High-performance lithium battery anodes using silicon nanowires.
ABSTRACT There is great interest in developing rechargeable lithium batteries with higher energy capacity and longer cycle life for applications in portable electronic devices, electric vehicles and implantable medical devices. Silicon is an attractive anode material for lithium batteries because it has a low discharge potential and the highest known theoretical charge capacity (4,200 mAh g(-1); ref. 2). Although this is more than ten times higher than existing graphite anodes and much larger than various nitride and oxide materials, silicon anodes have limited applications because silicon's volume changes by 400% upon insertion and extraction of lithium which results in pulverization and capacity fading. Here, we show that silicon nanowire battery electrodes circumvent these issues as they can accommodate large strain without pulverization, provide good electronic contact and conduction, and display short lithium insertion distances. We achieved the theoretical charge capacity for silicon anodes and maintained a discharge capacity close to 75% of this maximum, with little fading during cycling.
SourceAvailable from: Anna Fontcuberta i Morral[Show abstract] [Hide abstract]
ABSTRACT: The ability to rationally tune the morphology of nanostructures is a fundamental milestone in nanoscale engineering. In particular, the possibility to switch between different shapes within the same material system represents a further step in the development of complex nanoscale devices and it increases the potential of nanostructures in practical applications. We recently reported a new form of InAs nanostructures growing epitaxially on Si substrates as vertical V-shaped membranes. Here we demonstrate the possibility of modifying the shape of these nanomembranes and turning them into nanowires by modulating the surface roughness of the substrate by varying the surface treatment. We show that the growth of nanomembranes is favored on smooth surfaces. Conversely rough surfaces enhance the growth of nanowires. We also show that the V/III ratio plays a key role in determining the absolute yield, i.e. how many nanostructures form during growth. These results envisage a new degree of freedom in the engineering of bottom-up nanostructures and contribute to the achievement of nanostructure networks.Journal of Crystal Growth 06/2015; 420. DOI:10.1016/j.jcrysgro.2015.01.040 · 1.69 Impact Factor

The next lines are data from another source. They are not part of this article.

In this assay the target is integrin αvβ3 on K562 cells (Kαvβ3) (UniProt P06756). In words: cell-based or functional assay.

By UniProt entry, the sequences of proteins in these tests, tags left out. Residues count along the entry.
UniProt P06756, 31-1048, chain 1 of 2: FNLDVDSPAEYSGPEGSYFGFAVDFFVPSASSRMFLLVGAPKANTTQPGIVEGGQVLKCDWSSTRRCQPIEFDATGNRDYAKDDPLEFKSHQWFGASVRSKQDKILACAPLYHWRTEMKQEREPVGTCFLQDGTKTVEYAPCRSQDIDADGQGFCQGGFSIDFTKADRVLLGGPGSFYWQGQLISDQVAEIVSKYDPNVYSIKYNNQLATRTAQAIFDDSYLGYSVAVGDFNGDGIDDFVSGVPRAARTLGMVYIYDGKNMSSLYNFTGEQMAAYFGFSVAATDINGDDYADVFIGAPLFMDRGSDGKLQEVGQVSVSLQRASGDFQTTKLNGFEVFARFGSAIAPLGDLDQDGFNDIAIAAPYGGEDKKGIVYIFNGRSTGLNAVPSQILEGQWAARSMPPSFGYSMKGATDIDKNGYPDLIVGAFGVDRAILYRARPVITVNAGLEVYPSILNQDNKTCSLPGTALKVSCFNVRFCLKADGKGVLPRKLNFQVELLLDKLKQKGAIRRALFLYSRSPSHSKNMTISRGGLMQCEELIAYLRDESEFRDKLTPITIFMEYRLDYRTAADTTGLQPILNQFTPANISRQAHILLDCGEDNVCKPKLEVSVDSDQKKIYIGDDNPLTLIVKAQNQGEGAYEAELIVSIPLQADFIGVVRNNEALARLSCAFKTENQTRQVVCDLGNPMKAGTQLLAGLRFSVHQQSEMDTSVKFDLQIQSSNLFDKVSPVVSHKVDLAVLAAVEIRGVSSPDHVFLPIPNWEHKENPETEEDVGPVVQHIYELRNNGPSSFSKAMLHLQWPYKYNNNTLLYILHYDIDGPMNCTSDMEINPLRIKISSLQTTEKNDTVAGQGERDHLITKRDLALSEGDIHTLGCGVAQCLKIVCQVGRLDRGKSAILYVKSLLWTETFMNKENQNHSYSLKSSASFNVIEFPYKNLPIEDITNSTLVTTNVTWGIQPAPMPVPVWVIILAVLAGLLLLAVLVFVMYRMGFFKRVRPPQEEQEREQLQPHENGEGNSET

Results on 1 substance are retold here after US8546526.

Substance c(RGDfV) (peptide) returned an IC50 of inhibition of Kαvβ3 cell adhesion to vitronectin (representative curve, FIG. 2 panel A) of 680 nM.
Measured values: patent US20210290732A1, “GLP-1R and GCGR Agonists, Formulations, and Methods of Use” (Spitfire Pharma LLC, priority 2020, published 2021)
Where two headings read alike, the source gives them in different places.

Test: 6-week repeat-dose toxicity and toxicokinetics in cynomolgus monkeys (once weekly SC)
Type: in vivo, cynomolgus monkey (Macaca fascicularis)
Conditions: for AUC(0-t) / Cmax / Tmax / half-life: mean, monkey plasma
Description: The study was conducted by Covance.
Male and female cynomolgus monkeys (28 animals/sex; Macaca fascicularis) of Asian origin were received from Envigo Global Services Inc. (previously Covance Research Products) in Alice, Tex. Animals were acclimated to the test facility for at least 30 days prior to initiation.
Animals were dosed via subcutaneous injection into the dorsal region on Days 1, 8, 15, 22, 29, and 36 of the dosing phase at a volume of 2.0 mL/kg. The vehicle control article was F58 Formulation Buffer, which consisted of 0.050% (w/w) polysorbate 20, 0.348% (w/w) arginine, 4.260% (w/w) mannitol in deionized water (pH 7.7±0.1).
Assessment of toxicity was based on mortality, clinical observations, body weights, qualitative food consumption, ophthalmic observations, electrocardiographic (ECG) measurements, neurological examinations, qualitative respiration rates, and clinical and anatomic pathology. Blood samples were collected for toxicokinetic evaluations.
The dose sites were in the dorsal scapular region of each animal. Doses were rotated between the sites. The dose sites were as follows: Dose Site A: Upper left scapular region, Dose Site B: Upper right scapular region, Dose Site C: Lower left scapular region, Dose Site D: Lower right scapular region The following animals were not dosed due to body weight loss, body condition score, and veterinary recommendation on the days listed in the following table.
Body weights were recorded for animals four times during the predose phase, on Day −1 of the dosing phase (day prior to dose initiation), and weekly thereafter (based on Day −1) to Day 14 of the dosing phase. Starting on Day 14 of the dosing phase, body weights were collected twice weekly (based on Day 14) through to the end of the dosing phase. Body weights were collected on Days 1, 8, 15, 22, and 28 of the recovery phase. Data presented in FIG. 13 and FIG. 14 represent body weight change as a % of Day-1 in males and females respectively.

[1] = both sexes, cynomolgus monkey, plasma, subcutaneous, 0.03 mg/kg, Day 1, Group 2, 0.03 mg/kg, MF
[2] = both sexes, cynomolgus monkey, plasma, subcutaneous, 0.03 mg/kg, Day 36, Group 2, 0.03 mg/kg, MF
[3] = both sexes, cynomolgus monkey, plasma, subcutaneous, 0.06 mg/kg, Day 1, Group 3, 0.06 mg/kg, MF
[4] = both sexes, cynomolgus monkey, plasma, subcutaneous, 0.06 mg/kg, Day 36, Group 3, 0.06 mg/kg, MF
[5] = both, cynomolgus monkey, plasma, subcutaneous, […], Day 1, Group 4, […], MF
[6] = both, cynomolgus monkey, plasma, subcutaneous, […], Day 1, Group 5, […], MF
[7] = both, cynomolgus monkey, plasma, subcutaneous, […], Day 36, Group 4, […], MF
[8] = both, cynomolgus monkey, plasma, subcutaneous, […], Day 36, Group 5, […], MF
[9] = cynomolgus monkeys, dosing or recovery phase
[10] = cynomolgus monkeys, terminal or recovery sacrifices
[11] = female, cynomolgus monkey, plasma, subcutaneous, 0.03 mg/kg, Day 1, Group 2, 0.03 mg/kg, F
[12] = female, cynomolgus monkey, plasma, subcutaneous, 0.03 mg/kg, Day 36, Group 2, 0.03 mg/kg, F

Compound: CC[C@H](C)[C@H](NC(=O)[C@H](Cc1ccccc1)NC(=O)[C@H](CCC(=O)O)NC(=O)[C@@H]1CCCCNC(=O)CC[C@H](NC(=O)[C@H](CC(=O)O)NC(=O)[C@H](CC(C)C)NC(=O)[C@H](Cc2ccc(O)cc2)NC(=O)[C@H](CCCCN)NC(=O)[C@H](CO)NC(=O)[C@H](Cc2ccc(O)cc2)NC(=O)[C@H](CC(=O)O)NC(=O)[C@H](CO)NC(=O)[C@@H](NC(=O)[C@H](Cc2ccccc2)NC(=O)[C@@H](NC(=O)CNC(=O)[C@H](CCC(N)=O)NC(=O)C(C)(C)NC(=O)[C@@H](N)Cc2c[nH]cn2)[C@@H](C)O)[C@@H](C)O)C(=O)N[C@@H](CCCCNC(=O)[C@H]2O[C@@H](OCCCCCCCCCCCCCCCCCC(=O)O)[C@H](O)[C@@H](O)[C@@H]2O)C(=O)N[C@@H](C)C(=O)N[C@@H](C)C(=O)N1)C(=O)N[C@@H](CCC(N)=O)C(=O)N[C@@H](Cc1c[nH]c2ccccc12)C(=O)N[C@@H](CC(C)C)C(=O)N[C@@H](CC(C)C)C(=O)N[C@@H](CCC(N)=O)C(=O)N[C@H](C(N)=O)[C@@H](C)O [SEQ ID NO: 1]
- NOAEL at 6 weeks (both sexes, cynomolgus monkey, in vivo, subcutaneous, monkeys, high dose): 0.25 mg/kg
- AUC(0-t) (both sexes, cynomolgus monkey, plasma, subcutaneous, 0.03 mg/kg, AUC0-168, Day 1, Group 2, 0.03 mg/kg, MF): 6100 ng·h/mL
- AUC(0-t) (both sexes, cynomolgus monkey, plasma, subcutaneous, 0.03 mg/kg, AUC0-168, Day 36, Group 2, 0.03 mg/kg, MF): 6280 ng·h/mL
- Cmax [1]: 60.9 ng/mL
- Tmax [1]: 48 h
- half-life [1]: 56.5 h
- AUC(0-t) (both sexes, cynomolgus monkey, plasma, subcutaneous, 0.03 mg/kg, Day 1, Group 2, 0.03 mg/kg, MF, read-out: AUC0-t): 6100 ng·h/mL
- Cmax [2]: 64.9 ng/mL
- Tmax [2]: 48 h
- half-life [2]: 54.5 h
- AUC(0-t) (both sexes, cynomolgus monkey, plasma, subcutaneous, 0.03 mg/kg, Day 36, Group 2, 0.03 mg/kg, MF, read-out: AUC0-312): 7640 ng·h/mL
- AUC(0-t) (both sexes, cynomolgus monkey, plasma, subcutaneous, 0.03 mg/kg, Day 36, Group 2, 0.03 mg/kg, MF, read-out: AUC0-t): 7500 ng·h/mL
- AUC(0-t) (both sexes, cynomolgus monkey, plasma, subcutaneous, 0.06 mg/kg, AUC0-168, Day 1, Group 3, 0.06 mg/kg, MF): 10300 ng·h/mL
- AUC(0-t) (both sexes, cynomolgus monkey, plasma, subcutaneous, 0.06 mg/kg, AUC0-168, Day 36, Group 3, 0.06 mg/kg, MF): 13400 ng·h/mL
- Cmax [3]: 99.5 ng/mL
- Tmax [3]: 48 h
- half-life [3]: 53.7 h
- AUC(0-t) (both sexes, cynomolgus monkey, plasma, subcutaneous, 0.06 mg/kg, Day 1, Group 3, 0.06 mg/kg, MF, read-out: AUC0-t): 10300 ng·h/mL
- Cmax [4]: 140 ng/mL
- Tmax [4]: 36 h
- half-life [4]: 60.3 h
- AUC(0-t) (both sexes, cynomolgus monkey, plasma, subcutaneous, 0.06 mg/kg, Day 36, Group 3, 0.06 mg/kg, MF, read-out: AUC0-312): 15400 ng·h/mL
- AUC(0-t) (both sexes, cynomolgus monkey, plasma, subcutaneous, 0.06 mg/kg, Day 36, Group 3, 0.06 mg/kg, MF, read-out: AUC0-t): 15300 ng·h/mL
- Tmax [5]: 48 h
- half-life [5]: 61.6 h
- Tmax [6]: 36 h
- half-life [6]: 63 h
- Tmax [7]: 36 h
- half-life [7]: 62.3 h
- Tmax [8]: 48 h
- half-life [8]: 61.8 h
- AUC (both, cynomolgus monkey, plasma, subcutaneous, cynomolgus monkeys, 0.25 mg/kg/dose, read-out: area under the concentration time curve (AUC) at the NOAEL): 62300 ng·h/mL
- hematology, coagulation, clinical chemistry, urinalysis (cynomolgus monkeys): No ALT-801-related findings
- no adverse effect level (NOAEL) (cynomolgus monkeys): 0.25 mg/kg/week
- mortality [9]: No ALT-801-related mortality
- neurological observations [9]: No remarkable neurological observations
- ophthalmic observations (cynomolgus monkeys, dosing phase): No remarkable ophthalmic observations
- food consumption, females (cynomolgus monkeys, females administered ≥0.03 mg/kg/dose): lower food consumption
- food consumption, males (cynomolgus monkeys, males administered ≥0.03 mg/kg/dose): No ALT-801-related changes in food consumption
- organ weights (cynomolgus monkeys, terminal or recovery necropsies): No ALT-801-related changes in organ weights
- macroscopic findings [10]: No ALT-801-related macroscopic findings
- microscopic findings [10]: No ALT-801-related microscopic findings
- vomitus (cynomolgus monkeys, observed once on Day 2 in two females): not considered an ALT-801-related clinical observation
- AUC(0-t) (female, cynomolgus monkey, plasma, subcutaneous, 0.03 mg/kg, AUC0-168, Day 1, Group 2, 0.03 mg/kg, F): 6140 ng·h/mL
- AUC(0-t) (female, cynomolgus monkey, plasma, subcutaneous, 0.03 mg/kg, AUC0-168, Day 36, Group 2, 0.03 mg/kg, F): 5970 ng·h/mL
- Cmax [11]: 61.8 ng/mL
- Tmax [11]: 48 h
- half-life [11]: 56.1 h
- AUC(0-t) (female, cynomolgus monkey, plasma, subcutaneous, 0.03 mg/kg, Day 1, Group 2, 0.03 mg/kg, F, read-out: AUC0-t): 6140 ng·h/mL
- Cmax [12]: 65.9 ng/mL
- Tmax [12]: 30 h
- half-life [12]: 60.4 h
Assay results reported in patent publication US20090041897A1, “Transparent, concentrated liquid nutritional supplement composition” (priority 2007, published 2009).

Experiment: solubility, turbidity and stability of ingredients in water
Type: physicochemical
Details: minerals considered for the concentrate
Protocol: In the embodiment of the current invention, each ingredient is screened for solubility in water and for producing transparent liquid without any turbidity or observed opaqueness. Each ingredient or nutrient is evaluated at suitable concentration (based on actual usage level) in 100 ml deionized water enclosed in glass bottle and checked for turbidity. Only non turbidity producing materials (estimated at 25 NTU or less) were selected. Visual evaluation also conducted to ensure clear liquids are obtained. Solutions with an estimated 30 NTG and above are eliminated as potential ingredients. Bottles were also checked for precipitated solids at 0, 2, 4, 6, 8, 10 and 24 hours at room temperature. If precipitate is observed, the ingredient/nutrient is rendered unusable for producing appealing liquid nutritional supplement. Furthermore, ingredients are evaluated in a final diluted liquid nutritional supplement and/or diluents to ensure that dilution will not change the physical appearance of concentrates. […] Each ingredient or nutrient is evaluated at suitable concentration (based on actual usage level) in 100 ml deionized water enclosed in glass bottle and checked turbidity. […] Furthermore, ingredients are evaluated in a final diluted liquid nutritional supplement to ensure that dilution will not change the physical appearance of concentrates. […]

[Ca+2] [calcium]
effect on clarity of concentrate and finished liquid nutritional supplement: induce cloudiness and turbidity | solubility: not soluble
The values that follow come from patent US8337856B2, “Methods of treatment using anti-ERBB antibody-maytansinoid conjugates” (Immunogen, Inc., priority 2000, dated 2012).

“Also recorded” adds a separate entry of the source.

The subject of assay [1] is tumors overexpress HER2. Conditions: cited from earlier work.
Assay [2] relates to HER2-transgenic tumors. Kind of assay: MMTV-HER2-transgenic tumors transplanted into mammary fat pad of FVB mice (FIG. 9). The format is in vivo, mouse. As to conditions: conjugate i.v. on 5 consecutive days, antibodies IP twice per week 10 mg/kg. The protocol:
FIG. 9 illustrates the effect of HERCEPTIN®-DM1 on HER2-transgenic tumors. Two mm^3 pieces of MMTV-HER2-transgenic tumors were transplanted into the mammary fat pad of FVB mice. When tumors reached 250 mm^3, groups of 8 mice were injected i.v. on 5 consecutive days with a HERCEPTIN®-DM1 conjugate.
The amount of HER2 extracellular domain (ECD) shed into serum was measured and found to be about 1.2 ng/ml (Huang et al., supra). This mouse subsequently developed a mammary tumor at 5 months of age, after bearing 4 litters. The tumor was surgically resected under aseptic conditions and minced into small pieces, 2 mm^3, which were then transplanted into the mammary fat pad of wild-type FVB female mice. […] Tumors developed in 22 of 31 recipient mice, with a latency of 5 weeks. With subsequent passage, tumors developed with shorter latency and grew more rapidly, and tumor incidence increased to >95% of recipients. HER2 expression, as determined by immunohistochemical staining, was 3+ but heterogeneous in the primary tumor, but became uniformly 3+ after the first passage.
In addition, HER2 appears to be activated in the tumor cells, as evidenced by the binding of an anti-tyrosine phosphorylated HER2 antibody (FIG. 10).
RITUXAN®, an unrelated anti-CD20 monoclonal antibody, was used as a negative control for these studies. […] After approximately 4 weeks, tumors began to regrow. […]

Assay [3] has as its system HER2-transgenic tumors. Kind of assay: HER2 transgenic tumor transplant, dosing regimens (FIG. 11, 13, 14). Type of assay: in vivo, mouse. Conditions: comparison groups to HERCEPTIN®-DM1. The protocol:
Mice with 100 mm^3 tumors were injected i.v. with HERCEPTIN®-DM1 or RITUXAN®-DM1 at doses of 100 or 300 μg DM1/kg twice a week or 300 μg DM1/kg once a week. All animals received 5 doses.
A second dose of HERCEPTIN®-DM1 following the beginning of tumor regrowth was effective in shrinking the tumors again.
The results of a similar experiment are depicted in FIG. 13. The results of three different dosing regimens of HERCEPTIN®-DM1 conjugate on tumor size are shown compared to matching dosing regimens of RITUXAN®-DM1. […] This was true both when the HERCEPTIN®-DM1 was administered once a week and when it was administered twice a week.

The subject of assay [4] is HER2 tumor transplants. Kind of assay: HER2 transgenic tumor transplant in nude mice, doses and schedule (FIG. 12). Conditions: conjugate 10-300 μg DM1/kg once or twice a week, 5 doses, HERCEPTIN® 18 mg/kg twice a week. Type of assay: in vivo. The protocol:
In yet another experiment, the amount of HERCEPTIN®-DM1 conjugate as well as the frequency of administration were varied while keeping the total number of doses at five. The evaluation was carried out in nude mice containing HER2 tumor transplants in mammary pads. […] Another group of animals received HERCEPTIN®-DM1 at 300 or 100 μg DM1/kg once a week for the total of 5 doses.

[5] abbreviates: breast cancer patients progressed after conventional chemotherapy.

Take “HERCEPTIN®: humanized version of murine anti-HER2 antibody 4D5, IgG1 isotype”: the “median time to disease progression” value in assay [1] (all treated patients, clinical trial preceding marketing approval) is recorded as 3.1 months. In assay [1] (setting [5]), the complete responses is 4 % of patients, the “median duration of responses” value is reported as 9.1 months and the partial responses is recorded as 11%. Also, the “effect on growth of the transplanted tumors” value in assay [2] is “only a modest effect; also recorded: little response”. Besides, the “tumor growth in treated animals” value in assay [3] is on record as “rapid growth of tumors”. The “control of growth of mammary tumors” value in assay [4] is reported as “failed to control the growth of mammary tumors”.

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ABSTRACT: Silicon is considered as a promising anode material for lithium ion batteries. Despite the great attention on Si anode materials, a consistent description of the diffusion and reaction mechanism at the reaction front of crystalline silicon, amorphous silicon, and delithiated amorphous silicon has not yet been proposed. To better understand those mechanisms, a new reaction-controlled diffusion formulation is proposed. The new formulation makes use of the bond-breaking energy barrier E 0 as the key physical quantity. With the consideration of different values of E 0 , the two-phase diffusion during initial lithiation of both crystalline Si and amorphous Si can be well represented with an evident reaction front. In addition, by varying E 0 , the one phase lithiation of amorphous Si, obtained after the delithiation process, can be captured with the new formulation. The effect of deformation, hydrostatic pressure at the reaction front, and Li concentration level on the reaction front velocity is taken into account in the proposed model. Numerical simulations are provided to support the model.04/2015; DOI:10.1016/j.eml.2015.04.005
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ABSTRACT: Silicon has been critically examined for its potential use as an electrode material for Li-ion batteries. Diffusive transport of Li-ions in the crystalline silicon anode is one of the key mechanisms that controls the deformation during lithiation, the rate of the charge-discharge cycle, and eventual mechanical failure. The use of amorphous silicon, instead of its crystalline counterpart, is considered to offer several advantages. The atomistic mechanisms underpinning diffusive transport of Li-ions in amorphous silicon are, however, poorly understood. Conventional molecular dynamics, if used to obtain atomistic insights into the Li-ion transport mechanism, suffers from several disadvantages: the relaxation times of Li ion diffusion in many of the diffusion pathways in amorphous Si are well beyond the short time scales of conventional molecular dynamics. In this work we utilize a sequence of approaches that involve the employment of a novel and recently developed potential energy surface sampling method, kinetic Monte Carlo, and the transition state theory to obtain a realistic evaluation of Li-ion diffusion pathways in amorphous Si. Diffusive pathways are not a priori set but rather emerge naturally as part of our computation. We elucidate the comparative differences between Li-ion diffusion in amorphous and crystalline Si as well as compare our results with past studies based on other methods.Mechanics of Materials 04/2015; DOI:10.1016/j.mechmat.2015.04.001 · 2.23 Impact Factor